In 1901, Thomas Leopold Willson, Canadian inventor of the calcium carbide manufacturing process, created the Shawinigan Carbide Company. The facility was located near Shawinigan Falls, Que., benefitting from the surplus electric power produced by the Shawinigan Water & Power Company (SW&P). Eight years later, the utility company obtained a controlling interest in Shawinigan Carbide and amalgamated it and other Willson enterprises into the Canada Carbide Company.

With the outbreak of the First World War in 1914, SW&P answered Great Britain’s cri de cœur for acetone, which was needed as a solvent to manufacture cordite, a component needed in the smokeless propellant used in shells and bullets. Acetone was a product of acetylene, which was used mainly as an illuminant at that time. Under the umbrella of the Canadian Electro Products Company, a small group of university graduates undertook efforts to synthesize it, going on a few vague references from German patents and an organic chemistry textbook. They succeeded in creating acetone as well as other products like cellulose acetate for coating the wings of fighter aircraft.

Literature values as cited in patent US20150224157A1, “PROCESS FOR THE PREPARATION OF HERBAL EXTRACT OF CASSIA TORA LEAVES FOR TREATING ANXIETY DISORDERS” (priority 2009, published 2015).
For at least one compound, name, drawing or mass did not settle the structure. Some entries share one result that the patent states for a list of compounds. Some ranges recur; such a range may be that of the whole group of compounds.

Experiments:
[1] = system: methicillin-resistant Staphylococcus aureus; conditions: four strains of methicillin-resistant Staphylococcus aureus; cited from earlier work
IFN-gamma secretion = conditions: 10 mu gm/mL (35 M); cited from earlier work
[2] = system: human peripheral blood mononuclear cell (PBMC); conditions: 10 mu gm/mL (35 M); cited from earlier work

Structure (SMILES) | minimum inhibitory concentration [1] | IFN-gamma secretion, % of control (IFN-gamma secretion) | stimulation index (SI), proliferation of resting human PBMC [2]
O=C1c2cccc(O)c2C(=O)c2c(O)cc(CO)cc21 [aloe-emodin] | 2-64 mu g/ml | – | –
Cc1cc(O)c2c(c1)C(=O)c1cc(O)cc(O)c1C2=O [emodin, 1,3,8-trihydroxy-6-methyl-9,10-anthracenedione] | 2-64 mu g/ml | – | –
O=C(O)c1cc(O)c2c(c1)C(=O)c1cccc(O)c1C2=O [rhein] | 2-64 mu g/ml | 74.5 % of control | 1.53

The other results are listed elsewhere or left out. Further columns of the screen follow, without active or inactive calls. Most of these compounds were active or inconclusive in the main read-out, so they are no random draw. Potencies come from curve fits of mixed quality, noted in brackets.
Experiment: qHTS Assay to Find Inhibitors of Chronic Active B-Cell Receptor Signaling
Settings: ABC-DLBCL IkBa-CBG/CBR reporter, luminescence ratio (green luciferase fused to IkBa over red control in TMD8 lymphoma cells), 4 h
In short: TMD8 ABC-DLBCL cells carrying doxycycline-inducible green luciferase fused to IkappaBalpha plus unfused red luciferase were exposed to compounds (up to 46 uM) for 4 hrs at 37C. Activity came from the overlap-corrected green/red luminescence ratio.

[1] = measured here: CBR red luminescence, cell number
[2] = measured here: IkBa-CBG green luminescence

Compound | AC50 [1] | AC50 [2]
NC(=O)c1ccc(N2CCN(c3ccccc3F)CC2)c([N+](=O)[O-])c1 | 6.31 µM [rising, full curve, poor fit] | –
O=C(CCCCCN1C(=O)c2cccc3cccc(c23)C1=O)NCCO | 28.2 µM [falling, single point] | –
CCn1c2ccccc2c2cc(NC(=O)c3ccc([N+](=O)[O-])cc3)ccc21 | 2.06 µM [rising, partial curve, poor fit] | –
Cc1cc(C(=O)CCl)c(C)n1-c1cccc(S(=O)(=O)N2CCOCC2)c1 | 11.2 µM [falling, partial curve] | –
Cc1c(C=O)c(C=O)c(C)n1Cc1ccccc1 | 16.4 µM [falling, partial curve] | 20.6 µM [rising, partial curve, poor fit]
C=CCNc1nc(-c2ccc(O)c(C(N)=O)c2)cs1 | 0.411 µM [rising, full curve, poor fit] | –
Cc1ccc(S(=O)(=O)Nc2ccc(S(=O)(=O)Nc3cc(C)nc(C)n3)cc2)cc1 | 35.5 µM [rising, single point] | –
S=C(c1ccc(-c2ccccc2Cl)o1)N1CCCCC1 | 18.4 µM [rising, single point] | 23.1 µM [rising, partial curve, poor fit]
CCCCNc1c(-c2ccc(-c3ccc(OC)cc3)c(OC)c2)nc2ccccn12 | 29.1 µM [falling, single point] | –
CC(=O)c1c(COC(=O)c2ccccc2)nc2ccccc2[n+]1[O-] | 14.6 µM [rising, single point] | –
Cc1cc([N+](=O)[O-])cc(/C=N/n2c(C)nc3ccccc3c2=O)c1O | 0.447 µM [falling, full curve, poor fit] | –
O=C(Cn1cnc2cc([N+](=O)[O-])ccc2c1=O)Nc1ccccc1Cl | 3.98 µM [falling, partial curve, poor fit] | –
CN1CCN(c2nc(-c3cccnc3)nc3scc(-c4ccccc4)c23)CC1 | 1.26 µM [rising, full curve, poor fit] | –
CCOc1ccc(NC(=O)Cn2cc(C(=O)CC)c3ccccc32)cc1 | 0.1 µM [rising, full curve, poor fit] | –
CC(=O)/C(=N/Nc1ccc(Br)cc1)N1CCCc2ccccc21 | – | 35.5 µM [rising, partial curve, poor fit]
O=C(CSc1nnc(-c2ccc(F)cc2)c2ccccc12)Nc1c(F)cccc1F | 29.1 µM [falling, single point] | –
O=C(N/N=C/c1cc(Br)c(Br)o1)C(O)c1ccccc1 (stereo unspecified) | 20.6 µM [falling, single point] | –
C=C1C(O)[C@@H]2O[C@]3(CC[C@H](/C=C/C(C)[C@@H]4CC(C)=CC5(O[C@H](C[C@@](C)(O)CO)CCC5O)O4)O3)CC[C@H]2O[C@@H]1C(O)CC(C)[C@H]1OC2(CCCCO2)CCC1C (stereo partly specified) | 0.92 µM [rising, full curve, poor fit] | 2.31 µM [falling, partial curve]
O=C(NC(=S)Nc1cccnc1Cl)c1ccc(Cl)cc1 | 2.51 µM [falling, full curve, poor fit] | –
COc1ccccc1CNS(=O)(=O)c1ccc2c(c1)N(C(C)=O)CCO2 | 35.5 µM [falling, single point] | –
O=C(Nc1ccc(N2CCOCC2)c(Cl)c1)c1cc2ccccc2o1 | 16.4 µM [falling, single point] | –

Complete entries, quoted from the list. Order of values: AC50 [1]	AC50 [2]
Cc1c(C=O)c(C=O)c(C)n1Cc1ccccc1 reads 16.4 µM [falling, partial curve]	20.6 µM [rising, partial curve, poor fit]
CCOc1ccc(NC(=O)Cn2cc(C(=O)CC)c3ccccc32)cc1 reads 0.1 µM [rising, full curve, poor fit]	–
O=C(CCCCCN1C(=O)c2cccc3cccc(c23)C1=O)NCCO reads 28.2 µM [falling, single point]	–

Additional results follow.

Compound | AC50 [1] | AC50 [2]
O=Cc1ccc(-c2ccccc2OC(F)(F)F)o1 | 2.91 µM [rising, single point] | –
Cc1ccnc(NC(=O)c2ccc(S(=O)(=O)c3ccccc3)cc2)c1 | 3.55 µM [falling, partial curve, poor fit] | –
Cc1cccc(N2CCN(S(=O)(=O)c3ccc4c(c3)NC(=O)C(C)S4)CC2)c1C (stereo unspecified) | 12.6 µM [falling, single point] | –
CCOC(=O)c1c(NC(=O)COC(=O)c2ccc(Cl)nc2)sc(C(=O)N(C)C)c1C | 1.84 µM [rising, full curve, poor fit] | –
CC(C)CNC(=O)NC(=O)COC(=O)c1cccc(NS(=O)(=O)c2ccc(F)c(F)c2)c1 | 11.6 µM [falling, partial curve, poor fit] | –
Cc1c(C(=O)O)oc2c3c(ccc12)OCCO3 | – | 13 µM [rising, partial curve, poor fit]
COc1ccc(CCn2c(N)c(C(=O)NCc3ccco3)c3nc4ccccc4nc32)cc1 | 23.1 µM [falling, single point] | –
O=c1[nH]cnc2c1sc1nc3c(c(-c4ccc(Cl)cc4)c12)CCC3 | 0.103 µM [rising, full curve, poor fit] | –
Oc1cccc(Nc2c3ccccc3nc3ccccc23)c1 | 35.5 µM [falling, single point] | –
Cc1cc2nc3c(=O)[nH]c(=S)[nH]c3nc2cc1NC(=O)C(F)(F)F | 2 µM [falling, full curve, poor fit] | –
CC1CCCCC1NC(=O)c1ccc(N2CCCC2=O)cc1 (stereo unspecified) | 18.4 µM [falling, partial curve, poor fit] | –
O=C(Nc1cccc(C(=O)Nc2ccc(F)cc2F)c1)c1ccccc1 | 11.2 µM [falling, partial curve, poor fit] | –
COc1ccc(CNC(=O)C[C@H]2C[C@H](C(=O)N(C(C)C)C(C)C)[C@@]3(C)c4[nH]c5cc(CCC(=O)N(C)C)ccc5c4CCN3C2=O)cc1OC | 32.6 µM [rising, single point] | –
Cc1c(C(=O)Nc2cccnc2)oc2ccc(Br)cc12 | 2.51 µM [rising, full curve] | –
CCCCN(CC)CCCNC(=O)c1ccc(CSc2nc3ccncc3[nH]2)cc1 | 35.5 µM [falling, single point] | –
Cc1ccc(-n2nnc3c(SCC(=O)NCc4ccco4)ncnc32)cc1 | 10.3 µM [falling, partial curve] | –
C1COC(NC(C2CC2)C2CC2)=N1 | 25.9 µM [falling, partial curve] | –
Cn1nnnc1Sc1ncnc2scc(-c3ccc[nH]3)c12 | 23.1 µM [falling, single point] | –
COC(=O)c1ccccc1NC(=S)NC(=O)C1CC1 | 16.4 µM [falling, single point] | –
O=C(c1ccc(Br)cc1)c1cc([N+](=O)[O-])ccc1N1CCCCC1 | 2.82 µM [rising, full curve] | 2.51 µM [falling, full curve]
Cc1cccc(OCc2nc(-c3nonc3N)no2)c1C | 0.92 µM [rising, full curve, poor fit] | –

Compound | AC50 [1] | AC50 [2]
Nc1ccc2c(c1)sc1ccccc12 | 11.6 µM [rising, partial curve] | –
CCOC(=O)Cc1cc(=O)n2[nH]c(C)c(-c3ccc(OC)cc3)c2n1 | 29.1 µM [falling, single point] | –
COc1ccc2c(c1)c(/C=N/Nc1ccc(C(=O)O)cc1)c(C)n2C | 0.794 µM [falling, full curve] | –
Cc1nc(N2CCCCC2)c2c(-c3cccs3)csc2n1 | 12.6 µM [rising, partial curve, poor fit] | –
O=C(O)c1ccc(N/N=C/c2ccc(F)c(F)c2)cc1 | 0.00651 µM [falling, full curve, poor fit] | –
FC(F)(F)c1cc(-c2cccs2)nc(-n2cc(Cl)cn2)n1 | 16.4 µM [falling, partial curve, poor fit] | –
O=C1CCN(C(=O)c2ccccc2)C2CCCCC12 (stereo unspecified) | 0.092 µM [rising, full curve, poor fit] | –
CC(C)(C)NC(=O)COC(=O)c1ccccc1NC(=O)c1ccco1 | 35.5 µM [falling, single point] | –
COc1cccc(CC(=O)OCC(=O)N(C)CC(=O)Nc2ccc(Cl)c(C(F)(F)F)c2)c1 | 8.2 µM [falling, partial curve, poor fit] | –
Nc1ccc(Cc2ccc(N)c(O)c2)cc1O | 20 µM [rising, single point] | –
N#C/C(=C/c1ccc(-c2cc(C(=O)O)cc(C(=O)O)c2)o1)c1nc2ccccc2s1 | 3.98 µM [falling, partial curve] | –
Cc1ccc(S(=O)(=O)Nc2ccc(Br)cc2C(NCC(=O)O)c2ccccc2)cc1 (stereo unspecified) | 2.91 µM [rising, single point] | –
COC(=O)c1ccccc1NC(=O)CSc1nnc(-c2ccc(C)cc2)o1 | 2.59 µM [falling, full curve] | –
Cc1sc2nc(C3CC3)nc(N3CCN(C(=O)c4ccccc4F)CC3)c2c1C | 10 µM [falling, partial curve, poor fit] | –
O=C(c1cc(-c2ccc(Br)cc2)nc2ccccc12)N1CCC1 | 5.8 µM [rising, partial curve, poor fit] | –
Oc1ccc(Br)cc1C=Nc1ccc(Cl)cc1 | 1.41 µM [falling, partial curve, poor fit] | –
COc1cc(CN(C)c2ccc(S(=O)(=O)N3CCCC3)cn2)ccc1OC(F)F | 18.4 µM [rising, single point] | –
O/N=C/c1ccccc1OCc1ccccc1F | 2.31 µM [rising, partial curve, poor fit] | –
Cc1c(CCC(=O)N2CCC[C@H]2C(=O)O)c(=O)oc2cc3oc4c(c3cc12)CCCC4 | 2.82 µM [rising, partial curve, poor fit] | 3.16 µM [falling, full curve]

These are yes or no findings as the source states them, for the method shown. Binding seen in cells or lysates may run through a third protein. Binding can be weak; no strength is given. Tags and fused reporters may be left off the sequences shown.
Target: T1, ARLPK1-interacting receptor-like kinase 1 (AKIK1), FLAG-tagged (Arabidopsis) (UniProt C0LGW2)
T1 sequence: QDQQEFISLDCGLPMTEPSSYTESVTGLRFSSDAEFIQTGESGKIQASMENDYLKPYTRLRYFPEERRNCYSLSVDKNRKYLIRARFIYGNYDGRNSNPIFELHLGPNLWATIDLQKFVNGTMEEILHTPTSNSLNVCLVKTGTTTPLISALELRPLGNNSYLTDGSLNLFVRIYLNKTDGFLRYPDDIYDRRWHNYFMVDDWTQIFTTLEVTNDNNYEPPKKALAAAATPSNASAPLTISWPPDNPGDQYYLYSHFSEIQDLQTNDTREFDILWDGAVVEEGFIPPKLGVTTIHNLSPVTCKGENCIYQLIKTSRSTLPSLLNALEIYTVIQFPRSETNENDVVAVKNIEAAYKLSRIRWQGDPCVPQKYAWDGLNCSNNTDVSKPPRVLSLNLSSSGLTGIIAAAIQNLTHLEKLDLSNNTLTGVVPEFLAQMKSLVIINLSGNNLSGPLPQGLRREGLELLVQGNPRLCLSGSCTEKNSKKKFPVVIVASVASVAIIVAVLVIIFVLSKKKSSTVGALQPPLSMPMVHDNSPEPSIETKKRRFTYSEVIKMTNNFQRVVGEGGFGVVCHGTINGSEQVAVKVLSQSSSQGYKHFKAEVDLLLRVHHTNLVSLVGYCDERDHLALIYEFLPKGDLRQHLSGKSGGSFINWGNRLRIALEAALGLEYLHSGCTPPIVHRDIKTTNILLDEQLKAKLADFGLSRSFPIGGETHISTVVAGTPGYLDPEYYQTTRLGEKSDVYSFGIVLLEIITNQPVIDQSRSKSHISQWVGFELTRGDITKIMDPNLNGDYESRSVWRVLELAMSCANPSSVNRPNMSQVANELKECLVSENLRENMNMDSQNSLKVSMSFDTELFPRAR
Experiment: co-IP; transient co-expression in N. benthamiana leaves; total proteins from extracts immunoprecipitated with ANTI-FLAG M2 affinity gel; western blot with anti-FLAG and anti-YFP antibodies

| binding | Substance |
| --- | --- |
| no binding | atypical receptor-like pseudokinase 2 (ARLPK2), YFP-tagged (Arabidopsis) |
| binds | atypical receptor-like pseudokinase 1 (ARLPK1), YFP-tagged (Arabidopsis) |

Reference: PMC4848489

The 1918 Armistice forced the company to refocus its research efforts on developing chemicals for civilian use. As a result, Canadian Electro Products and Canada Carbide were amalgamated and renamed Shawinigan Chemicals Ltd. The following decades were ones of expansion, with Shawinigan purchasing or entering into joint ventures with American, Canadian and United Kingdom chemical manufacturing and marketing companies. It also contributed to the Second World War effort, producing the explosive 1,3,5-trinitroperhydro-1,3,5-triazine, called RDX, which is more powerful than TNT (2,4,6-trinitrotoluene). As can be seen from this 1950 advertisement in Chemistry in Canada, the company’s product line for industry was extensive and included not only commodity chemicals  but plastics, stainless steel and alloys for use around the world in the mining and metallurgical industries.

Postwar, Shawinigan Chemicals’ expansion continued and soon included subsidiaries such as BA-Shawinigan Ltd, Gelvatex Coatings Corporation of California, McArthur Chemicals and Hedon Chemical Limited in the United Kingdom. In 1961, British American Oils acquired a minority interest in Shawinigan Chemicals. By 1964, BA and its parent company, Gulf Oil Corp., acquired all of Shawinigan Chemicals. Eventually, the company was renamed Gulf Oil Canada Ltd. Today, Gulf Oil is a publicly traded company with its head office in Calgary. It explores for, develops, produces and markets conventional and synthetic crude oil, natural gas and natural gas liquids around the world.